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SOPA and PIPA

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KVRAF
 
2202 posts since 19 Apr, 2005, from The City Beneath the Sea
  

Postby dnekm; Mon Feb 27, 2012 6:06 pm

Been thinking about this.....

Copyright as it stand is not about protecting the rights of the originator during their lifetime but bequeathing to their descendants - who then hopefully sell the rights to someone else. Thus creating an extension....

What if the term of copyright only lasted 40 years?

That leaves a long enough span for the creator of such work to reap whatever benefits they could - and then it goes into the public domain...

It is not as if after 40 years I am still going to be selling the very first thing I came out with..... Life changes, you move on.... Unless you are the RIAA....
KVRian
 
940 posts since 26 Nov, 2005

Postby JJBiener; Mon Feb 27, 2012 9:04 pm

dnekm wrote:Been thinking about this.....

Copyright as it stand is not about protecting the rights of the originator during their lifetime but bequeathing to their descendants - who then hopefully sell the rights to someone else. Thus creating an extension....

What if the term of copyright only lasted 40 years?

That leaves a long enough span for the creator of such work to reap whatever benefits they could - and then it goes into the public domain...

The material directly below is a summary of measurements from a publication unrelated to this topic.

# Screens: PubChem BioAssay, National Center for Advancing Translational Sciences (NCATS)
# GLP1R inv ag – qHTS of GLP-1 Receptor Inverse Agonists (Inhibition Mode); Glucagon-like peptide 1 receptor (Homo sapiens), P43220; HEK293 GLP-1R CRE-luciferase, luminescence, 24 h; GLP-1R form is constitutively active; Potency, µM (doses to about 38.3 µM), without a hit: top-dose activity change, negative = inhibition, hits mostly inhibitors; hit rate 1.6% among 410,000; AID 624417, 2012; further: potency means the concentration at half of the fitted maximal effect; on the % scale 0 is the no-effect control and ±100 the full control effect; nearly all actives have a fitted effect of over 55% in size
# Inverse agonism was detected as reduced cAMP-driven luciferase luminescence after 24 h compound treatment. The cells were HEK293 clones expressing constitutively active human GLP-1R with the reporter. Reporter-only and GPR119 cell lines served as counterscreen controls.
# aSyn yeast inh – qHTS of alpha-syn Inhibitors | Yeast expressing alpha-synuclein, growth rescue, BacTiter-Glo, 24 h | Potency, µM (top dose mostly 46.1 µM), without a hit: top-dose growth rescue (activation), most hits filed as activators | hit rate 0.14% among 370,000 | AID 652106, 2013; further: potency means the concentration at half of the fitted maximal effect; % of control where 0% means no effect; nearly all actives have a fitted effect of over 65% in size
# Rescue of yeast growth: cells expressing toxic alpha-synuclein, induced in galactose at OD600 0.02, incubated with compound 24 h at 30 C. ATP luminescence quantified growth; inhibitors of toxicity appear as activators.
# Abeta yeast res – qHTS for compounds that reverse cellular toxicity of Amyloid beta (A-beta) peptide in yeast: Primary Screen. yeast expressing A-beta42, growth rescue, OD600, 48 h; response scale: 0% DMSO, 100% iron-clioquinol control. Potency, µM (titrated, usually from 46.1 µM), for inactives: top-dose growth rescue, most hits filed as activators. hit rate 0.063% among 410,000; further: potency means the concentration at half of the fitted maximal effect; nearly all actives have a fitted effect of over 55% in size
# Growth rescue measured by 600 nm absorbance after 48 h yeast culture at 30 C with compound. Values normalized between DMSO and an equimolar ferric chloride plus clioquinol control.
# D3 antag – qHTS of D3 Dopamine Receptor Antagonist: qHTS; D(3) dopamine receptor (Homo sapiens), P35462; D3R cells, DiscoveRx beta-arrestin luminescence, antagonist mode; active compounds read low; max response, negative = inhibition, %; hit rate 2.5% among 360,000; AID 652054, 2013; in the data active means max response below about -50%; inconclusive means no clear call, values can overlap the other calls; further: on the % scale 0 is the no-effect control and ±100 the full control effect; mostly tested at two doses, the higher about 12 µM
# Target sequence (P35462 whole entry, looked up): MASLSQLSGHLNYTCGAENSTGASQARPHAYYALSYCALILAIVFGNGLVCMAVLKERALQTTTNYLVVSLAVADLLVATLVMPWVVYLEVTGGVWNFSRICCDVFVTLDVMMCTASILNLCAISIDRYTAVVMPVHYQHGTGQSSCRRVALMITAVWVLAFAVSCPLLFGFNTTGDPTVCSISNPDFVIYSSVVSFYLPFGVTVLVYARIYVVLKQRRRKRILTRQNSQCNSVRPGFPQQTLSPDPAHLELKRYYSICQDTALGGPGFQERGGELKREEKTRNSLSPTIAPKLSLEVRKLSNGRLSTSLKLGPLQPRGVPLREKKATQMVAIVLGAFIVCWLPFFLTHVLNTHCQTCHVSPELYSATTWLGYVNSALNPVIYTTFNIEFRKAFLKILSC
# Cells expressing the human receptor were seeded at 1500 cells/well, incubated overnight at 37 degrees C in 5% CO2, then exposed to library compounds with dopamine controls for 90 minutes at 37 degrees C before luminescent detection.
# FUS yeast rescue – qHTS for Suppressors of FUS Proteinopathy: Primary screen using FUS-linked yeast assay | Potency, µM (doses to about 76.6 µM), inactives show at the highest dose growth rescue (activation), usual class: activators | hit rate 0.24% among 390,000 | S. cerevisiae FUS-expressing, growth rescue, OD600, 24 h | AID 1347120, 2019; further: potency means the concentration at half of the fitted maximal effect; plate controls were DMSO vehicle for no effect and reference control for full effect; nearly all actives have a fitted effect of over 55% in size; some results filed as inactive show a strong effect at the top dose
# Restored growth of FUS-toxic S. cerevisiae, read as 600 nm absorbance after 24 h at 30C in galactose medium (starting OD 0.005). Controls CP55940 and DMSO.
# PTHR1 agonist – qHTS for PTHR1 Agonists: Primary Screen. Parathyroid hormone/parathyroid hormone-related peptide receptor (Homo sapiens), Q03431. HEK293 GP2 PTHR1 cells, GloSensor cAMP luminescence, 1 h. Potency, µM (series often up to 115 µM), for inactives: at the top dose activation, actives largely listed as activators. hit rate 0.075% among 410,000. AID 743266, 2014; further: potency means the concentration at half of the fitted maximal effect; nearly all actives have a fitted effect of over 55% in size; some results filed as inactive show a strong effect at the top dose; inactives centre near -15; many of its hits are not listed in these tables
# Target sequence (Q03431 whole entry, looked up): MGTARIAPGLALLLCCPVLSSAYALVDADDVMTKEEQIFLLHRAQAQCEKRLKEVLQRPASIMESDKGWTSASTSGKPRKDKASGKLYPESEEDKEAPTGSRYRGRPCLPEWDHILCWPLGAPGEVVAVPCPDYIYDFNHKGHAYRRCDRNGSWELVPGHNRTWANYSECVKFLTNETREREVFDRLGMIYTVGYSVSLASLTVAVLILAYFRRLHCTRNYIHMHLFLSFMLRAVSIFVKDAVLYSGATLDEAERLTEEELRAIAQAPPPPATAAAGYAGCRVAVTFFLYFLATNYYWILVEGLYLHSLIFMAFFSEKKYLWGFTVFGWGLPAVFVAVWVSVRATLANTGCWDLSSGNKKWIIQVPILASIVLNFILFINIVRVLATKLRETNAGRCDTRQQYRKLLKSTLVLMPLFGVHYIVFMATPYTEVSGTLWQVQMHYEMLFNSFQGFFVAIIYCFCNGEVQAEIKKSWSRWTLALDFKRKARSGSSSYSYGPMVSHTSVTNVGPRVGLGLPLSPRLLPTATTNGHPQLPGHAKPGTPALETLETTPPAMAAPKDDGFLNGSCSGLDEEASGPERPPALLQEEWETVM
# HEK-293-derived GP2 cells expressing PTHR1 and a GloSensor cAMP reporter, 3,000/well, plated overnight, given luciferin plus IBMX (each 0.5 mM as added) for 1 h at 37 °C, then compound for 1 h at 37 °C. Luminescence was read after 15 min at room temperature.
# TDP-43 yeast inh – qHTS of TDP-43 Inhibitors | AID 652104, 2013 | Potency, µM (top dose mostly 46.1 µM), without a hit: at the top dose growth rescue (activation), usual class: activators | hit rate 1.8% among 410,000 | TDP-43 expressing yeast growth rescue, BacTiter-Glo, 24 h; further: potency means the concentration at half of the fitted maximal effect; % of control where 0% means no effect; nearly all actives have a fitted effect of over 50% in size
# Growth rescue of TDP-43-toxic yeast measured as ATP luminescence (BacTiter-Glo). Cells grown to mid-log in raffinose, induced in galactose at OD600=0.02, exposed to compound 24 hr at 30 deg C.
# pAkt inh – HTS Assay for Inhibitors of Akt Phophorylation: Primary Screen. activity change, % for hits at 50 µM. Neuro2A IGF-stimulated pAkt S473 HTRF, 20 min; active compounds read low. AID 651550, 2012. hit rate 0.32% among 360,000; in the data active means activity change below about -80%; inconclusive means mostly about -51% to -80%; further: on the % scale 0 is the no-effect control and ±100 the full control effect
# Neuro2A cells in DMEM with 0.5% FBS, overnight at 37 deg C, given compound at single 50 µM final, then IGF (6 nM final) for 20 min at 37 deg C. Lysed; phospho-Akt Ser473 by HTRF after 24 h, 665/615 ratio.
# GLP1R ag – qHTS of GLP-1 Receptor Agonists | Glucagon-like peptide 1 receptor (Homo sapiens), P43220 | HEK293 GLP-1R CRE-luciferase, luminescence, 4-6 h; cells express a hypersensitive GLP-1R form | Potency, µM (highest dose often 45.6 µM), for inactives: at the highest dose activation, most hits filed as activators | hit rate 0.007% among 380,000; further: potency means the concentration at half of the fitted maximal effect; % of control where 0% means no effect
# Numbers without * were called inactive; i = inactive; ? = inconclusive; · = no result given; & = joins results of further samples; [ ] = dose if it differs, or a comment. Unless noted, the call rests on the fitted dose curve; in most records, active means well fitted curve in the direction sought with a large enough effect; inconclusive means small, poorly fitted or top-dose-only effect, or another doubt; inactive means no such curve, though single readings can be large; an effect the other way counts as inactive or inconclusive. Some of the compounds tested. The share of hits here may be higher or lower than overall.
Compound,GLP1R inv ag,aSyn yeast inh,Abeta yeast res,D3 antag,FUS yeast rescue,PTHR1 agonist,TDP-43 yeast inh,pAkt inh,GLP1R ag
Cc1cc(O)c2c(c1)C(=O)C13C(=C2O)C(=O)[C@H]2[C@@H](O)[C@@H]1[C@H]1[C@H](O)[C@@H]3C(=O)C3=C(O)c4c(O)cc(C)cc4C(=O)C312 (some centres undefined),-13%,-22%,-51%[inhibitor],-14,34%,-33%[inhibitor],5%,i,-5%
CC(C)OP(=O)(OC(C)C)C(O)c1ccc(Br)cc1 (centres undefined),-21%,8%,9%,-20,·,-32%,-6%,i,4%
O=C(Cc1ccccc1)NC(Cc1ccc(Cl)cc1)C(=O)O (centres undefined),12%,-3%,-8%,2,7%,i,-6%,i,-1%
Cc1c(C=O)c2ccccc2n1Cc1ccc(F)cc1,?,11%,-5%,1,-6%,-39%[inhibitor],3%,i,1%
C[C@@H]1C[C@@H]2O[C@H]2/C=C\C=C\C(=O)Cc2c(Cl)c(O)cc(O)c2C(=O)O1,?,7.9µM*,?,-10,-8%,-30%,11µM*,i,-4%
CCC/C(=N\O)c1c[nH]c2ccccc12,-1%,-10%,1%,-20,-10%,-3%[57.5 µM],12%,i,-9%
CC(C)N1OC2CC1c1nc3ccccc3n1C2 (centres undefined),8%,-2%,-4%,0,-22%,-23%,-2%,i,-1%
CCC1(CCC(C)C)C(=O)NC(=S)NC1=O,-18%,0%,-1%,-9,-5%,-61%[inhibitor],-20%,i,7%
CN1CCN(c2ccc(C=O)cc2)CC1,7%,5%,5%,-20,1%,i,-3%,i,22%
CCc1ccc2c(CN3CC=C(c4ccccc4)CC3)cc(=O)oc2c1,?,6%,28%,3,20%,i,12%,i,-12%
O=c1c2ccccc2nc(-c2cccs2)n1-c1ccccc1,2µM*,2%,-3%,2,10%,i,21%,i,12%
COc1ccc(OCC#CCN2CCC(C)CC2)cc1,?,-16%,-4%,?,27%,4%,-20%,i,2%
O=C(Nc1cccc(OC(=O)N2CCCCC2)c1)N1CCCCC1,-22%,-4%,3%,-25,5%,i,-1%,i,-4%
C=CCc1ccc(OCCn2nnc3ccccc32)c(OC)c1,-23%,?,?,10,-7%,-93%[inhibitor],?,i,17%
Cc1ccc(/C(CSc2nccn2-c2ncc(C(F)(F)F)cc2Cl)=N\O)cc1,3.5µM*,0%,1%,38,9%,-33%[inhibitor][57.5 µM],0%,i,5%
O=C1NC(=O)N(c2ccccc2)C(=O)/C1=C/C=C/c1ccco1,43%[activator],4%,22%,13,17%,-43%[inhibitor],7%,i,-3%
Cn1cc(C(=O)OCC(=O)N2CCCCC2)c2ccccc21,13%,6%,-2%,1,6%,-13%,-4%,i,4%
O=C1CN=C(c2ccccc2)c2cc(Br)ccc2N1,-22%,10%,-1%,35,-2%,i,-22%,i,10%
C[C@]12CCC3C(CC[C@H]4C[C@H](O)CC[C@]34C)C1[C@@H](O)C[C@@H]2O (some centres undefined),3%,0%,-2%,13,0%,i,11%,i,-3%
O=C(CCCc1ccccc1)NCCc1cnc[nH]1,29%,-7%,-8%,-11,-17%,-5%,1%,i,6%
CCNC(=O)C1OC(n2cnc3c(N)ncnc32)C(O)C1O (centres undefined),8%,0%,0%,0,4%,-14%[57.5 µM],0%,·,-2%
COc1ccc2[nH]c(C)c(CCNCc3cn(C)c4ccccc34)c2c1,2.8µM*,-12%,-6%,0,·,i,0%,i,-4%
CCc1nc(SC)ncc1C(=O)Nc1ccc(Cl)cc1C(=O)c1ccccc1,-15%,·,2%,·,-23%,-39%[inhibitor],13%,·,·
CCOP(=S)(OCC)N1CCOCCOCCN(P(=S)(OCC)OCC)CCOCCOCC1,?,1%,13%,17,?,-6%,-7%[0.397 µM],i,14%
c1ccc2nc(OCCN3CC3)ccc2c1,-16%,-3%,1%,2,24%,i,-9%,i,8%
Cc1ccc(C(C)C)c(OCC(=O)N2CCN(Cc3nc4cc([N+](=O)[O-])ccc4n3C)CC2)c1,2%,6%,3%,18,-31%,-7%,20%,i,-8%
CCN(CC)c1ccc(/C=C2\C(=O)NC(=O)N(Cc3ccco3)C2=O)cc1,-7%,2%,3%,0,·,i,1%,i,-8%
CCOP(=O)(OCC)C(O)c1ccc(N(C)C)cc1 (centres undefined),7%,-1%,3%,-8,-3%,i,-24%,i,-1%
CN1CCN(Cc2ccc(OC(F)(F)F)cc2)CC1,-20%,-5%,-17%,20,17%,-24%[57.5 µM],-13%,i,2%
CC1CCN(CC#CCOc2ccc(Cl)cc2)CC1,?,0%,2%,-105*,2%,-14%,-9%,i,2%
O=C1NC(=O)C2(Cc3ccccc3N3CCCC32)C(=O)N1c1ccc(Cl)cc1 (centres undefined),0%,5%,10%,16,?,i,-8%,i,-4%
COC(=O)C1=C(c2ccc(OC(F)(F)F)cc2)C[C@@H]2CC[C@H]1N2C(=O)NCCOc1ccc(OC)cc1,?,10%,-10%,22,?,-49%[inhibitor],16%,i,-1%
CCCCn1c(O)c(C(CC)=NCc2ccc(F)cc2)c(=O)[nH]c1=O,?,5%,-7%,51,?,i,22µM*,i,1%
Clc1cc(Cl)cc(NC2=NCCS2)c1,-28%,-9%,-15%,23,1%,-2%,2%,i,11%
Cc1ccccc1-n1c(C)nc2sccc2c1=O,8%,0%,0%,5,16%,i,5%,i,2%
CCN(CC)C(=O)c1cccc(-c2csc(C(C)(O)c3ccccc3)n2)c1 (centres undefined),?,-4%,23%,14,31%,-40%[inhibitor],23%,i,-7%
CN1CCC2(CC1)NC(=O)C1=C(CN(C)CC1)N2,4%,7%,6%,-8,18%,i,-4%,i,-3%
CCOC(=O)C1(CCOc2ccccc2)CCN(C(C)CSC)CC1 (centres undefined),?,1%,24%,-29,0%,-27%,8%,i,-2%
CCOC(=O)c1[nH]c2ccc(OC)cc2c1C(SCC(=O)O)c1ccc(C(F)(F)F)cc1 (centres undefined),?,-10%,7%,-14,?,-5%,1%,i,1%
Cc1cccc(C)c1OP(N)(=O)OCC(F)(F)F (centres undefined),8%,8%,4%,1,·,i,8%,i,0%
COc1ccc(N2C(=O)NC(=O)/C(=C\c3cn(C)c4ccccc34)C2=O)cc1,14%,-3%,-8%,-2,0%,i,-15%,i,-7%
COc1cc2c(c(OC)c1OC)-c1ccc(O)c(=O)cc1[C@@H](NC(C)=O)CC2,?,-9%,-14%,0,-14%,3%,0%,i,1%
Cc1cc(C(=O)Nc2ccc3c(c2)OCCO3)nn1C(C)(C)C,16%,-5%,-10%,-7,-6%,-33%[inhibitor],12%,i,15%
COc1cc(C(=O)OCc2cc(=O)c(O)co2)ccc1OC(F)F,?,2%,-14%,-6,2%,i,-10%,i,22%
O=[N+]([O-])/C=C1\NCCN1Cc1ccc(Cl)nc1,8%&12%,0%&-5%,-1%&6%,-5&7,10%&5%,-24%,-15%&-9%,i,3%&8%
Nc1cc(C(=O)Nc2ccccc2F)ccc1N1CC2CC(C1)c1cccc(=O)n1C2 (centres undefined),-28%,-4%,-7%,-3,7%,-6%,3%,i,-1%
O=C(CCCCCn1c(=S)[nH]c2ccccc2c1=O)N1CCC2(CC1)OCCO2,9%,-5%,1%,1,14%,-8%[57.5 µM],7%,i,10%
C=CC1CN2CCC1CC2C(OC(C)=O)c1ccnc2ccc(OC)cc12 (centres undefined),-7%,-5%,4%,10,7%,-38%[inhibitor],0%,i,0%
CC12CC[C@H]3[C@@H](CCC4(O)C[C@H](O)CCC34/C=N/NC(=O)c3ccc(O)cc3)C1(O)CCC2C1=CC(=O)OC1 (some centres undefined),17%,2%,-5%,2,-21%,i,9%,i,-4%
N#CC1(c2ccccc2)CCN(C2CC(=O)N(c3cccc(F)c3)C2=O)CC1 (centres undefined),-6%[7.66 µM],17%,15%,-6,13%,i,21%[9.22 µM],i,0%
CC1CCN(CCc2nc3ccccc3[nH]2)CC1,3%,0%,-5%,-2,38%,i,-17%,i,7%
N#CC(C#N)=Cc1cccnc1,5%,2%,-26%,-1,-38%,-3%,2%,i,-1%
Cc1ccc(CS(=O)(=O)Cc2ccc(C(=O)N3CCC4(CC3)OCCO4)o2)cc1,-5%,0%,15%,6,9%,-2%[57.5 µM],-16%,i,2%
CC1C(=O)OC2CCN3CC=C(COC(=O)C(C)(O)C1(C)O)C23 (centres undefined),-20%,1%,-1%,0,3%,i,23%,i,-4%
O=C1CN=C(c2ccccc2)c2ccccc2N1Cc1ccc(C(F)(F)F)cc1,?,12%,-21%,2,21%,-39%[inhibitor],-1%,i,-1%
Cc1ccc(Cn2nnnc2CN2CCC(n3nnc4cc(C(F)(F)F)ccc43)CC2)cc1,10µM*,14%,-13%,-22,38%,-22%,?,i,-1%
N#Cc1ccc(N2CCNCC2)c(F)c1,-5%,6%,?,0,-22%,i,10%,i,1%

It is not as if after 40 years I am still going to be selling the very first thing I came out with..... Life changes, you move on.... Unless you are the RIAA....


Copyright is recognized internationally as a human right. No matter how you try to justify it, you are still talking about limiting someone's human rights. If you are willing to place arbitrary limits on copyright, what other rights are you willing to place arbitrary limits on?
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KVRAF
 
9613 posts since 18 Jun, 2008, from Melbourne, Australia
 

Postby ZenPunkHippy; Mon Feb 27, 2012 9:20 pm

But that doesn't mean it should be extended "forever".

All artists benefit from previously published works whether they are in the public domain or not. Disney, for example, plundered classic stories to create an empire. Elvis and Led Zeppelin would not have written and performed the music they did without an influence from the blues.